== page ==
The Case for BYOD

As more organizations accept the fact that their workforce is increasingly mobile, they continue to open up more systems to mobile access, including learning systems. Our most recent study on mobile learning found that at least 73% of organizations are providing some sort of mobile interaction with learning. In the face of all of this mobile access, companies are faced with a dilemma: issue standard devices, or tell their employees, “Bring your own device. (BYOD).”

Prior to about 2007, the solution was simple. Give ‘em all a Blackberry. Of course, back then, the only thing people were accessing on their devices was e-mail. Things are clearly different now, and there is no clear-cut solution to meet every company’s mobile needs.

However, our study found that more than three quarters of organizations still hand out devices to at least some employees. Guess what? More than half issue a Blackberry. This goes to show how strong Blackberry’s reputation for corporate security is, and how terrified companies are of new technology. Blackberry’s current global smartphone market share is 0.6%.

The most commonly issued devices are iPhones and iPads. This is because organizations like standardization, and even though we’re on iPhone #5, they all look and behave about the same way. Androids are another story. They come in a seeming endless array of styles and versions from an equally endless number of manufacturers, all running an essentially “open” operating system. This is corporate security kryptonite. This would explain why, according to our research, Android phones are issued by only 39% of companies, versus 60% handing out iPhones, even though Android has 85% of global market share.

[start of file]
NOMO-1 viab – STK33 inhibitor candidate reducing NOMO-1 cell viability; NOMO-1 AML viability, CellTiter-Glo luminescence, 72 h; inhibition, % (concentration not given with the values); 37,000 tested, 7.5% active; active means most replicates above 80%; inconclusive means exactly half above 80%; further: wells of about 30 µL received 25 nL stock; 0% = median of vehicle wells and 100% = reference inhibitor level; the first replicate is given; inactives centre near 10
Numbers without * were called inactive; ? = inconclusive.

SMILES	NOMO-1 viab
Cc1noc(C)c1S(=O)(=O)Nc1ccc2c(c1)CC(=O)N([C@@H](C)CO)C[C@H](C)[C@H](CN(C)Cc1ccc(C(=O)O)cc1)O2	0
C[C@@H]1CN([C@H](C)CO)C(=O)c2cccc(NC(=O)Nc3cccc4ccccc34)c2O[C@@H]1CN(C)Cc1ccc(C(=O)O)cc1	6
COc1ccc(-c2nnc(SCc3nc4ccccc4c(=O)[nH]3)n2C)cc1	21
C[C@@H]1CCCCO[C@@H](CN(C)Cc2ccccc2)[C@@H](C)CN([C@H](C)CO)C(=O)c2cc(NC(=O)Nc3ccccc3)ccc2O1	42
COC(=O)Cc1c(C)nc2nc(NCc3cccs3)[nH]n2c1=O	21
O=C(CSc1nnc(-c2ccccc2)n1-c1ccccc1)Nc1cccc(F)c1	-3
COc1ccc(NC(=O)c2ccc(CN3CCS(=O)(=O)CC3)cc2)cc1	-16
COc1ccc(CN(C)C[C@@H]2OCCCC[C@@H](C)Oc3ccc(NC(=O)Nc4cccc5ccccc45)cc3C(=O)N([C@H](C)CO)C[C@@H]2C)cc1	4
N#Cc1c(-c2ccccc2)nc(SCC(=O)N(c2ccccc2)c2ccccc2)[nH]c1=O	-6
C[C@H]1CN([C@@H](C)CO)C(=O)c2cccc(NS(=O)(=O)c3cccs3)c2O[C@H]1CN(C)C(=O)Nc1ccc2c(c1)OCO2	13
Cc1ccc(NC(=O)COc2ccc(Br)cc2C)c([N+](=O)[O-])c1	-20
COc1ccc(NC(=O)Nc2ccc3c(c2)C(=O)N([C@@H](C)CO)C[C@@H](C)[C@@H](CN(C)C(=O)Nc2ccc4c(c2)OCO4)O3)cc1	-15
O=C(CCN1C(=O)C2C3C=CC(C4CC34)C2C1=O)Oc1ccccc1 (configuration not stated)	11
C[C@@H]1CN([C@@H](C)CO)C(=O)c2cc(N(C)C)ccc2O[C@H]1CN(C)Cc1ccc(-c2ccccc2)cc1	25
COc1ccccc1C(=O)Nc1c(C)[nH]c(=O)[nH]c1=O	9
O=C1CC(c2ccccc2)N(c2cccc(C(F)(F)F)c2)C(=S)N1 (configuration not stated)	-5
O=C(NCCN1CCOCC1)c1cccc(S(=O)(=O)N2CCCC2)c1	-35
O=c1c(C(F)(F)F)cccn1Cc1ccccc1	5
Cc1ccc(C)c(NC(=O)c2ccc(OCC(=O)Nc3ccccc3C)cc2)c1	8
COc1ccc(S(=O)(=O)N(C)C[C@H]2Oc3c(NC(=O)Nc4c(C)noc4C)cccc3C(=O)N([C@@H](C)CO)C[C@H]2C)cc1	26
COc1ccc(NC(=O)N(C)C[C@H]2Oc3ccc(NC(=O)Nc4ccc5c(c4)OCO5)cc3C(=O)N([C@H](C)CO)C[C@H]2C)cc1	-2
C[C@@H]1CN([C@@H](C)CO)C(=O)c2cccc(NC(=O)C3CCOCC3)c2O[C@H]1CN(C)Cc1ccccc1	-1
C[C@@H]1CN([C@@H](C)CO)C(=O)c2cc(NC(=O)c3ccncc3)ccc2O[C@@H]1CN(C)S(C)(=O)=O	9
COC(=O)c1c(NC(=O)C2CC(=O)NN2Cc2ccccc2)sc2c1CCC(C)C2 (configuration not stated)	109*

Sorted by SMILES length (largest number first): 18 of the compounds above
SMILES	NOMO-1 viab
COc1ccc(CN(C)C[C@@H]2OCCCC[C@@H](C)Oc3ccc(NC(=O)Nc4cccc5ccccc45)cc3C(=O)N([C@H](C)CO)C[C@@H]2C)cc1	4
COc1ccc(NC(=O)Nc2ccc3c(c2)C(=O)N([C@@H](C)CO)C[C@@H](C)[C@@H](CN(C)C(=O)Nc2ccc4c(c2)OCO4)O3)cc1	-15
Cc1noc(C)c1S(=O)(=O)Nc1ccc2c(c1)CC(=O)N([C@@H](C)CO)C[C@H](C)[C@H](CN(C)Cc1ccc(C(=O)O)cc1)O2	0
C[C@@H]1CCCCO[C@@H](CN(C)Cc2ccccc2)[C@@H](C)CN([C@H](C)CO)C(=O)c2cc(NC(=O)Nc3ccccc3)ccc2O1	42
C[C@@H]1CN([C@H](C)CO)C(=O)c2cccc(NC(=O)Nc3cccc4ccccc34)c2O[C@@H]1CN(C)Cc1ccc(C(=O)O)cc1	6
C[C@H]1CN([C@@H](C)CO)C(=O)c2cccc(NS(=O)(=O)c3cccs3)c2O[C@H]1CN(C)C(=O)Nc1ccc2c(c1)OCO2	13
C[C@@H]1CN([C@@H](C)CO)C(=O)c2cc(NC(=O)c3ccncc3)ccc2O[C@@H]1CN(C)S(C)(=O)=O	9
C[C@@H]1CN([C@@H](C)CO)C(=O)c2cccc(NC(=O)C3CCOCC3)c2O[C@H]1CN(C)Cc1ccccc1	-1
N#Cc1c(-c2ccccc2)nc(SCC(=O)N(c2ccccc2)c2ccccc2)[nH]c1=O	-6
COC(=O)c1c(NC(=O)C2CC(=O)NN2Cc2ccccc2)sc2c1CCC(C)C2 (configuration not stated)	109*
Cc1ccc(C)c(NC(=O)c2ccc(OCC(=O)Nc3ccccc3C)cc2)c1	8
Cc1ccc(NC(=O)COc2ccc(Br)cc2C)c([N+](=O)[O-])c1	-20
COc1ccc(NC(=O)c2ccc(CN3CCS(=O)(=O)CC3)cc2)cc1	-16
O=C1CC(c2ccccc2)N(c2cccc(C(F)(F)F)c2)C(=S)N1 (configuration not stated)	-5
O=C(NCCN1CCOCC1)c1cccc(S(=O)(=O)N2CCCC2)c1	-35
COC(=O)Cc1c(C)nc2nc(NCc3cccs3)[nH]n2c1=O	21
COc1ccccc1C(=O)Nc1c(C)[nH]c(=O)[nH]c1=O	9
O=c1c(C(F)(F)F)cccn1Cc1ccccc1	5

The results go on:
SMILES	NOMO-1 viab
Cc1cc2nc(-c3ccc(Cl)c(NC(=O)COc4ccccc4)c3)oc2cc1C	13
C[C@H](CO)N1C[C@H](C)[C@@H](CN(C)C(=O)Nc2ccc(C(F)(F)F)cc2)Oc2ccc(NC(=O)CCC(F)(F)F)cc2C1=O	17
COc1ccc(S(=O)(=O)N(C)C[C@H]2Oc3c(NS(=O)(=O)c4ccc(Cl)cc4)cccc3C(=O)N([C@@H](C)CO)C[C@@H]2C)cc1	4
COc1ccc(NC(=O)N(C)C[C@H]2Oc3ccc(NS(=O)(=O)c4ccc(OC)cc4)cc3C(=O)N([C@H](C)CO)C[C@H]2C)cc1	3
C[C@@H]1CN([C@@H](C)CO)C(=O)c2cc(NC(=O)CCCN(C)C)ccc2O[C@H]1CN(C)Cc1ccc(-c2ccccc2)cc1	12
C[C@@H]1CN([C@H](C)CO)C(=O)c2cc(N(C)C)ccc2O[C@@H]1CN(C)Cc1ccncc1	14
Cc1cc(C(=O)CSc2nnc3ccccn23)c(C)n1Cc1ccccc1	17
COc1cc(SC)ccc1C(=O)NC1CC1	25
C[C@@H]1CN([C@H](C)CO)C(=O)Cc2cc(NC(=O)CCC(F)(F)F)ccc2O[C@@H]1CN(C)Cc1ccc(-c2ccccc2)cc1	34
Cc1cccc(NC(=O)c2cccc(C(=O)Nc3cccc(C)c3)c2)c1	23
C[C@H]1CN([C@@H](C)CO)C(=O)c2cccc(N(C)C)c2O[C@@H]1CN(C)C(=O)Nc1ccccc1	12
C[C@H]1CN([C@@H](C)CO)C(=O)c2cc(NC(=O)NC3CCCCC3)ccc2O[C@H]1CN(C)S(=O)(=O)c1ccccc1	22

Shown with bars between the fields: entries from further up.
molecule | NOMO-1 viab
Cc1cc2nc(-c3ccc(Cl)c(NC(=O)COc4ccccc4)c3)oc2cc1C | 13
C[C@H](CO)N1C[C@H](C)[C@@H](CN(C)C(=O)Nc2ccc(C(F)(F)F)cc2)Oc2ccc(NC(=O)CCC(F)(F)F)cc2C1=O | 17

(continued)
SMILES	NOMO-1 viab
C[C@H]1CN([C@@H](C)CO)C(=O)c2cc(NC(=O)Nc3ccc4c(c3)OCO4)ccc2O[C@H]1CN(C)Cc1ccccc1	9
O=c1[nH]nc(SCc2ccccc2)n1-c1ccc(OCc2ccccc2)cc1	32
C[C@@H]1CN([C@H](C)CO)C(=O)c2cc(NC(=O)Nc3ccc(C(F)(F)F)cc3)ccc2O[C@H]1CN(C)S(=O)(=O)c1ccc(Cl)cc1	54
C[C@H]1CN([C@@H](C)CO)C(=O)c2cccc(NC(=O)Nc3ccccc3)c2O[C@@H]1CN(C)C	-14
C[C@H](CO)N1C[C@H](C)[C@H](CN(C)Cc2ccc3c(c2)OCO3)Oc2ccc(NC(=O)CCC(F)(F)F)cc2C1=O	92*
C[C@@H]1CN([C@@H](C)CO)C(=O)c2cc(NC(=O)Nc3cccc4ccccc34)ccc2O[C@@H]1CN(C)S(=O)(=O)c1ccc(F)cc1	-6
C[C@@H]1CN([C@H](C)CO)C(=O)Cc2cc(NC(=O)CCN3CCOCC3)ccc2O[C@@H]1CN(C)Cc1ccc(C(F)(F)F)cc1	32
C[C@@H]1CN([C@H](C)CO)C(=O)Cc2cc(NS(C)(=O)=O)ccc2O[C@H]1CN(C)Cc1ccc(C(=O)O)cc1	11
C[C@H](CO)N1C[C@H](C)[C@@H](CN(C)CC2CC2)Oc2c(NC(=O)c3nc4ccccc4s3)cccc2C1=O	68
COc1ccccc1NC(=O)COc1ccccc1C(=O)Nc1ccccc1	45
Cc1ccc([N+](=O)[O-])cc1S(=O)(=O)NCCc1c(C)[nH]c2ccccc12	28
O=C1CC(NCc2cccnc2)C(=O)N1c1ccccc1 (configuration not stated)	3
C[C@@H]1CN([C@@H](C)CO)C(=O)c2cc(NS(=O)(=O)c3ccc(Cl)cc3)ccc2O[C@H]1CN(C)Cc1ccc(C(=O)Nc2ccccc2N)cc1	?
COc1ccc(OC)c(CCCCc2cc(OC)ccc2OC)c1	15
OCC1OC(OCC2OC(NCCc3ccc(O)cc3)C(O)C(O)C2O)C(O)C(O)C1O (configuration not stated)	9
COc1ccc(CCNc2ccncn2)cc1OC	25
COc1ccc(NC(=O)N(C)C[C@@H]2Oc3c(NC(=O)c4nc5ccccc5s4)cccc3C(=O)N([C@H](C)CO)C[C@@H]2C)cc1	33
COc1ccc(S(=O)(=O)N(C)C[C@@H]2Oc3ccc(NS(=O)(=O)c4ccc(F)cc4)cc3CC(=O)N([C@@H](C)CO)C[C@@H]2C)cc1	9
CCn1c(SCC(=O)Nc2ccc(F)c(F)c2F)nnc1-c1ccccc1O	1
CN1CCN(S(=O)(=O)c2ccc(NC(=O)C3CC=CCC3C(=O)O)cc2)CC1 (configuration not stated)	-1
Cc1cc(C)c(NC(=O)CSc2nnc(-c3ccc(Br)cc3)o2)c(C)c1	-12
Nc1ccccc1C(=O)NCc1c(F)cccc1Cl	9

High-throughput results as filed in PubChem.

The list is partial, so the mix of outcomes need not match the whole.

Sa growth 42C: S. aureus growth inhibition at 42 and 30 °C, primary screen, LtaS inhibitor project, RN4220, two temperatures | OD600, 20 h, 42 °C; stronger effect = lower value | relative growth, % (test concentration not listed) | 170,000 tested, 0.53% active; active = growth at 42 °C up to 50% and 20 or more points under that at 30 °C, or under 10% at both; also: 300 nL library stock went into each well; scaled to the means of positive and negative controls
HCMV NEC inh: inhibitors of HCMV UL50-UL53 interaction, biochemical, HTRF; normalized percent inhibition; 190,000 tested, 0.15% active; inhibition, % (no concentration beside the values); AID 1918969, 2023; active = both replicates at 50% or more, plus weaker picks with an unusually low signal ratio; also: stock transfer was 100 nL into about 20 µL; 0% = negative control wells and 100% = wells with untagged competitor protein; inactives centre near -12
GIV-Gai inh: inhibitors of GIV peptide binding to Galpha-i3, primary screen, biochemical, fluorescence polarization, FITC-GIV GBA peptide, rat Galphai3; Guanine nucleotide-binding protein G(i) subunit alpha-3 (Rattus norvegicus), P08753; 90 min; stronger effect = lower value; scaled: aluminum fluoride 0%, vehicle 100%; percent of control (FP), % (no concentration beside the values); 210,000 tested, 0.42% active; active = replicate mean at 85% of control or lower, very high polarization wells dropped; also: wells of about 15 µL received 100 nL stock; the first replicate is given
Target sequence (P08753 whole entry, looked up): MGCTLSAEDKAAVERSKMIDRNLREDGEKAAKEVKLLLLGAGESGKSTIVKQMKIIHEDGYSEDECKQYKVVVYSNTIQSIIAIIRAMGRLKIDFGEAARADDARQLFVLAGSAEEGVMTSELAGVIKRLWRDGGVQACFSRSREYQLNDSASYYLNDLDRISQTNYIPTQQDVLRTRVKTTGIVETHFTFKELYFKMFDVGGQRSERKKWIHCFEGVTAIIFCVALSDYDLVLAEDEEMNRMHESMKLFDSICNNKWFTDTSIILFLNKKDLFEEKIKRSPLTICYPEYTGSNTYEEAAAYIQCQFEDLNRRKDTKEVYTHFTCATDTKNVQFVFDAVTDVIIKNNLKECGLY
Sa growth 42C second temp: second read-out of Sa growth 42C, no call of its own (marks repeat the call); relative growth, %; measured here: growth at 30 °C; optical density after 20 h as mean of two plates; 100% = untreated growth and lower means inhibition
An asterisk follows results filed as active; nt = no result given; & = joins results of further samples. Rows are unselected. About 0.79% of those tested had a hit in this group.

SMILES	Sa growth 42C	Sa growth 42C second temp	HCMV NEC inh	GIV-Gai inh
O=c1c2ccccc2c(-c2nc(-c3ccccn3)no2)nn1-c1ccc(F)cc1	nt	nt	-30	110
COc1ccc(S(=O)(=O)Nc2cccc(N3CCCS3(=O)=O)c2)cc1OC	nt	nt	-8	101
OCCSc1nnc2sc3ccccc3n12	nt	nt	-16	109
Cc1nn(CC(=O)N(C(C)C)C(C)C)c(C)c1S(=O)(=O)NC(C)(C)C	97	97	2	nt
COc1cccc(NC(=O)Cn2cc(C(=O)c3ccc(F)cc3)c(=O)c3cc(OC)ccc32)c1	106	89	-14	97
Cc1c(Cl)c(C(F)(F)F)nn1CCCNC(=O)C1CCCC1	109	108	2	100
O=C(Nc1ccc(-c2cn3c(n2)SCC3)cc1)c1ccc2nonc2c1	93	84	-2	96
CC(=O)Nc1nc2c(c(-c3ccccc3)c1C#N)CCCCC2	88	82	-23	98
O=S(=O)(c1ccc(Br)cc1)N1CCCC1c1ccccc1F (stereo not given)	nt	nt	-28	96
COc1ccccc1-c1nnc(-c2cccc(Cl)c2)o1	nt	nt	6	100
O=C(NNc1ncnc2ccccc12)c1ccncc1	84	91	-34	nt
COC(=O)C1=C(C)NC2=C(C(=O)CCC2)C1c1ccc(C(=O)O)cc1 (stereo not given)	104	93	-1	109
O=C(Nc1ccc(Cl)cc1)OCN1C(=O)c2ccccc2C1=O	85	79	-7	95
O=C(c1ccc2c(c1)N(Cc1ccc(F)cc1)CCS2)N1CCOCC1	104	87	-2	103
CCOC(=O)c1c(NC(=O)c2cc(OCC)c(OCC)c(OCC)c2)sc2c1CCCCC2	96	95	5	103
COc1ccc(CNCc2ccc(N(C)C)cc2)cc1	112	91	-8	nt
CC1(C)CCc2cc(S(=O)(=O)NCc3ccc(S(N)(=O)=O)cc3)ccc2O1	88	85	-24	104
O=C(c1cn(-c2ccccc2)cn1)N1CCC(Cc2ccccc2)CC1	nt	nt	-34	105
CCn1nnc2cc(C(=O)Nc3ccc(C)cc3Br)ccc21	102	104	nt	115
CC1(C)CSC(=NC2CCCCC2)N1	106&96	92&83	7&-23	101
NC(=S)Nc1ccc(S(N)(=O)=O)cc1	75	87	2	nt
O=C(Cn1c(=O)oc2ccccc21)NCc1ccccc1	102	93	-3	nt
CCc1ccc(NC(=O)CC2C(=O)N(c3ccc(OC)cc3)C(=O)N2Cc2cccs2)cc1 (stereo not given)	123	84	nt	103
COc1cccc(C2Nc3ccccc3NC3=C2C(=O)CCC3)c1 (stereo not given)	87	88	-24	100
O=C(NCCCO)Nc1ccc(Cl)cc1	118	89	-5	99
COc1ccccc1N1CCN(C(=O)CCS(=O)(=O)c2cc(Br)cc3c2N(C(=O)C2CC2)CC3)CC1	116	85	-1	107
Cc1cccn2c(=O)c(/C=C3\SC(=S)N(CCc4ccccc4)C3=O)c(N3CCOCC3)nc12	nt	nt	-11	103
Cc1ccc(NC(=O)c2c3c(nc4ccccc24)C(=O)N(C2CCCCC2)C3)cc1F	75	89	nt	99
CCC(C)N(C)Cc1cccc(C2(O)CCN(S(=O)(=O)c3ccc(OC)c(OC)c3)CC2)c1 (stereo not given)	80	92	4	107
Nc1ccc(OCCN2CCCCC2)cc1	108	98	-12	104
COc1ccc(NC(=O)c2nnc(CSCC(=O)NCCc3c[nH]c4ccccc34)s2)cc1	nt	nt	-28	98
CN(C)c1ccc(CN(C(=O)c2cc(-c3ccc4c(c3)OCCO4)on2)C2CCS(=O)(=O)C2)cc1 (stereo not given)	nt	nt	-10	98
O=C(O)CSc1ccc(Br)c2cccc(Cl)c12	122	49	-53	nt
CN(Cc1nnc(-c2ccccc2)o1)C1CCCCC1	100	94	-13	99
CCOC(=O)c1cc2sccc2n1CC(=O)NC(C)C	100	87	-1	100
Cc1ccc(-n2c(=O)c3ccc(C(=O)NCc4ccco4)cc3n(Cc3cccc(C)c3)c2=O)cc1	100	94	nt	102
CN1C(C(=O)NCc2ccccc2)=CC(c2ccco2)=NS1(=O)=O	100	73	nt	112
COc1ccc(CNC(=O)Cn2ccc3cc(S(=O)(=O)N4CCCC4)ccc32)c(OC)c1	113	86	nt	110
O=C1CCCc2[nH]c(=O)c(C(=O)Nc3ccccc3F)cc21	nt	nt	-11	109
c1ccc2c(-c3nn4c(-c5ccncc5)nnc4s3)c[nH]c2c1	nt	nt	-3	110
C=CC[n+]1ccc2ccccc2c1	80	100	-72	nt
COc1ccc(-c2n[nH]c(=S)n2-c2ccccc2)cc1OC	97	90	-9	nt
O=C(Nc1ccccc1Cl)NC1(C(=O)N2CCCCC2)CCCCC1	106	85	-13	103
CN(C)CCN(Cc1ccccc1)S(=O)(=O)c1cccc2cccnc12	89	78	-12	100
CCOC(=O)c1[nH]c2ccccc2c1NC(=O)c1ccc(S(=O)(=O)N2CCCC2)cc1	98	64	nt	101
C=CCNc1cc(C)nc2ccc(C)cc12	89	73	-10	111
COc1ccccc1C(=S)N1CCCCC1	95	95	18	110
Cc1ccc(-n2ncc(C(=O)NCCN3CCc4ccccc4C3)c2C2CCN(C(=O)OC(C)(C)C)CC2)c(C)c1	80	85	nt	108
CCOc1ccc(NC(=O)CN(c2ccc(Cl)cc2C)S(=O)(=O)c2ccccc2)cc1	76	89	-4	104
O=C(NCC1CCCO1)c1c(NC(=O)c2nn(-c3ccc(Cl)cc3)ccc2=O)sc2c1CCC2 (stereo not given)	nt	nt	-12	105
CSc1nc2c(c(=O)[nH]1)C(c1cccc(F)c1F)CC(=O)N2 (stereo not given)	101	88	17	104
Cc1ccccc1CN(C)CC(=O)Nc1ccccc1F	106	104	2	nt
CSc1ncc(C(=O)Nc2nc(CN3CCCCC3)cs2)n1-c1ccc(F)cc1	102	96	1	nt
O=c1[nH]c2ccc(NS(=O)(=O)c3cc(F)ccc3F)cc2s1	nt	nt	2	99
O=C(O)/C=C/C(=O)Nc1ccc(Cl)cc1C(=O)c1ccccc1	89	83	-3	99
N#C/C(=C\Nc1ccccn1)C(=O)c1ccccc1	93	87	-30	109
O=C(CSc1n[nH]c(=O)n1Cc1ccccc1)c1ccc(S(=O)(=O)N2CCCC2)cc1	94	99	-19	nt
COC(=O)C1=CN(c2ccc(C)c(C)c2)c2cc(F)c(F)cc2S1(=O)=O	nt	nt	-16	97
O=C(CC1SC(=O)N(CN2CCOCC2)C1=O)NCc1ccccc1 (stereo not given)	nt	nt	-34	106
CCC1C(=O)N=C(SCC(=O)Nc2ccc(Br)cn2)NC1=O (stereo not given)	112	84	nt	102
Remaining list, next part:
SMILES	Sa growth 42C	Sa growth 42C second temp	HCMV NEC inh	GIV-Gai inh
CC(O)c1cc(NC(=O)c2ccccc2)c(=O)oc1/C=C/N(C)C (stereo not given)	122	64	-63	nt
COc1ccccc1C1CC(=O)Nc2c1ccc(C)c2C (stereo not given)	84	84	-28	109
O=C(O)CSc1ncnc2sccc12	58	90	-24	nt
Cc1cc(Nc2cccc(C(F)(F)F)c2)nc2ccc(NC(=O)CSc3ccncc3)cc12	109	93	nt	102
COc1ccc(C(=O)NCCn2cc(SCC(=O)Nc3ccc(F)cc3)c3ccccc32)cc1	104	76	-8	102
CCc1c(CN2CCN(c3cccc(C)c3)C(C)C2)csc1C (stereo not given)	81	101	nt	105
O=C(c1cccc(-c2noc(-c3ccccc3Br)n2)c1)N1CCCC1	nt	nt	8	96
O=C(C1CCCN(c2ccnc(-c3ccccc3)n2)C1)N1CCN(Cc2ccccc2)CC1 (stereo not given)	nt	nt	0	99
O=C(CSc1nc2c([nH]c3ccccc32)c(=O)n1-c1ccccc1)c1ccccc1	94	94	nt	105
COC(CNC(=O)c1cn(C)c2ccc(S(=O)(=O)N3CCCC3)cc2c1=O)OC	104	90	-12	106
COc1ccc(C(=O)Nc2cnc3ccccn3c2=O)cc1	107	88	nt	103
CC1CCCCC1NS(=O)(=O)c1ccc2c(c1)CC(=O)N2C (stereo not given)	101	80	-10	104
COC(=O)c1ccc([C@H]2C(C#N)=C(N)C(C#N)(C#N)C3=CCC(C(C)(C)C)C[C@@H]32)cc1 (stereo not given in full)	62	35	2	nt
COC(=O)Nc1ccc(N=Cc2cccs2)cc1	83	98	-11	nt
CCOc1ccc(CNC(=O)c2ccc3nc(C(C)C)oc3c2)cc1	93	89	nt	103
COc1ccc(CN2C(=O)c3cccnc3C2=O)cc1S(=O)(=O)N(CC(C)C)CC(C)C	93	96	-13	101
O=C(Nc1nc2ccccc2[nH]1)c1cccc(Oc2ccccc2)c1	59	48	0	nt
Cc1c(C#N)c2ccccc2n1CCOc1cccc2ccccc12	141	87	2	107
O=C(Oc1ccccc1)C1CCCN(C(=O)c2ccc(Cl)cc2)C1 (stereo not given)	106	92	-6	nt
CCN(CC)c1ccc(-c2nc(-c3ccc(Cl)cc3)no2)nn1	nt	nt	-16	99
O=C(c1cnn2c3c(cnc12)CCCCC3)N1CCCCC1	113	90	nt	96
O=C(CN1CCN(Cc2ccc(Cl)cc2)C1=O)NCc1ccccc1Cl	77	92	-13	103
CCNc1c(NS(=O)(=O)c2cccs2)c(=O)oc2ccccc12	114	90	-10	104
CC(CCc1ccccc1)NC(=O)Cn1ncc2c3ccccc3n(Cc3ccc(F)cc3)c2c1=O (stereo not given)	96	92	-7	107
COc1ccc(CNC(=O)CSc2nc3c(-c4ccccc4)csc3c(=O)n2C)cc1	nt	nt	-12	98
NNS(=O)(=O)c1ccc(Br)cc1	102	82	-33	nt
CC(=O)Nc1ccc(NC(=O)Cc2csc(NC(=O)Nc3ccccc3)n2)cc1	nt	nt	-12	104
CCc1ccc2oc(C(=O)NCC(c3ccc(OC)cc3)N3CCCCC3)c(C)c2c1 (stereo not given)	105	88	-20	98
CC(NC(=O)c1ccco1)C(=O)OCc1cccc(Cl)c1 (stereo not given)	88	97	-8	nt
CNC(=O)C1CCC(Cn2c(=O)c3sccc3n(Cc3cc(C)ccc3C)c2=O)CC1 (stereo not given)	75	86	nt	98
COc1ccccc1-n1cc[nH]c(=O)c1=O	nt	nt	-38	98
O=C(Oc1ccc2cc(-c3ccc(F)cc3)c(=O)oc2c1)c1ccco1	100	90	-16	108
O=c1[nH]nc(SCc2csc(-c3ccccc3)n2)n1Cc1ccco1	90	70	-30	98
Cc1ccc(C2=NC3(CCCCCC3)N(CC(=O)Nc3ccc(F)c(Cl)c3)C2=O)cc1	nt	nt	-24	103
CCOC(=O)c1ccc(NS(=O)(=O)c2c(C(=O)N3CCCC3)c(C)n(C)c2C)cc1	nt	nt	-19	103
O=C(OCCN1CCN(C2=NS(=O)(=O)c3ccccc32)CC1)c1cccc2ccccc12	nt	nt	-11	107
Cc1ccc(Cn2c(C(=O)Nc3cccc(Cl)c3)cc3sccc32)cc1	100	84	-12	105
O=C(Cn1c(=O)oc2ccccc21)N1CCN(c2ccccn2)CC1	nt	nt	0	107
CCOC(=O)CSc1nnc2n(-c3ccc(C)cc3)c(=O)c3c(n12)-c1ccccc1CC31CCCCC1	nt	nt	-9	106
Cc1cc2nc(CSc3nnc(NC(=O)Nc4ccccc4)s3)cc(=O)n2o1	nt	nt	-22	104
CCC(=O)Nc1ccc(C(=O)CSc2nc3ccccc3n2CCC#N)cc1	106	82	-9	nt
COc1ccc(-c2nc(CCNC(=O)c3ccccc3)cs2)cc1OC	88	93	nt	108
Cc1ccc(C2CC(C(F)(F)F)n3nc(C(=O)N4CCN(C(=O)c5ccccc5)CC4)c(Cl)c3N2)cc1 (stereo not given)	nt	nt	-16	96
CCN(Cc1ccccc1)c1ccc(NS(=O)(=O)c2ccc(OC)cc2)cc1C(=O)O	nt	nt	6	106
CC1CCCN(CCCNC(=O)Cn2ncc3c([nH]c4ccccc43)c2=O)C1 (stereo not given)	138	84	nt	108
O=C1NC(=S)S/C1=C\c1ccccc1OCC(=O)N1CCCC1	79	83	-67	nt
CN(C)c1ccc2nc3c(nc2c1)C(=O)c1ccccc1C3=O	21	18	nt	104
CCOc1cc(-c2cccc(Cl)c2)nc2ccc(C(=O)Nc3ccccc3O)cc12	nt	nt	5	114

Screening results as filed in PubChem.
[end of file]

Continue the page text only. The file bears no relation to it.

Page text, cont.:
But let’s get realistic now. About 56% of all people in the U.S. are already carrying a smartphone in their pocket right now. There are 12 countries with even higher penetration. The percentage is likely much higher among your company’s employee population. Do we really think a rational solution is to expect employees to either replace their devices of choice, or carry around two devices?

And what are the costs of issuing devices? It goes far beyond purchasing the actual devices and service plans. Remember the push among schools to put a laptop in every child’s hands? This article does a great job of illustrating the unforeseen consequences that come what is truly a well-intentioned initiative. Essentially, the costs of repairing and maintaining the laptops, including updating them every two years, is often too much to bear. Granted your company probably doesn’t employ a workforce of careless teenagers, but many of the issues are relevant. And handsets become obsolete on a schedule that is arguably shorter than laptops.

When companies do issue devices, they are most likely handing them to their executives anyway. Our study found that 62% of companies give mobile devices to executives. Less than 30% say they give devices to individual contributors. It would appear, then, that 70% of companies find themselves in a BYOD environment whether they know it or not.

Companies need to figure out ways to solve whatever issues they may be having around access via personal mobile device, whether it is security, standards, control, etc. Smartphone penetration Is not going to diminish, or even level off, for the foreseeable future. The longer organizations wait, the harder it will be to catch up.

David Wentworth, Senior Learning  Analyst, Brandon Hall Group

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David Wentworth



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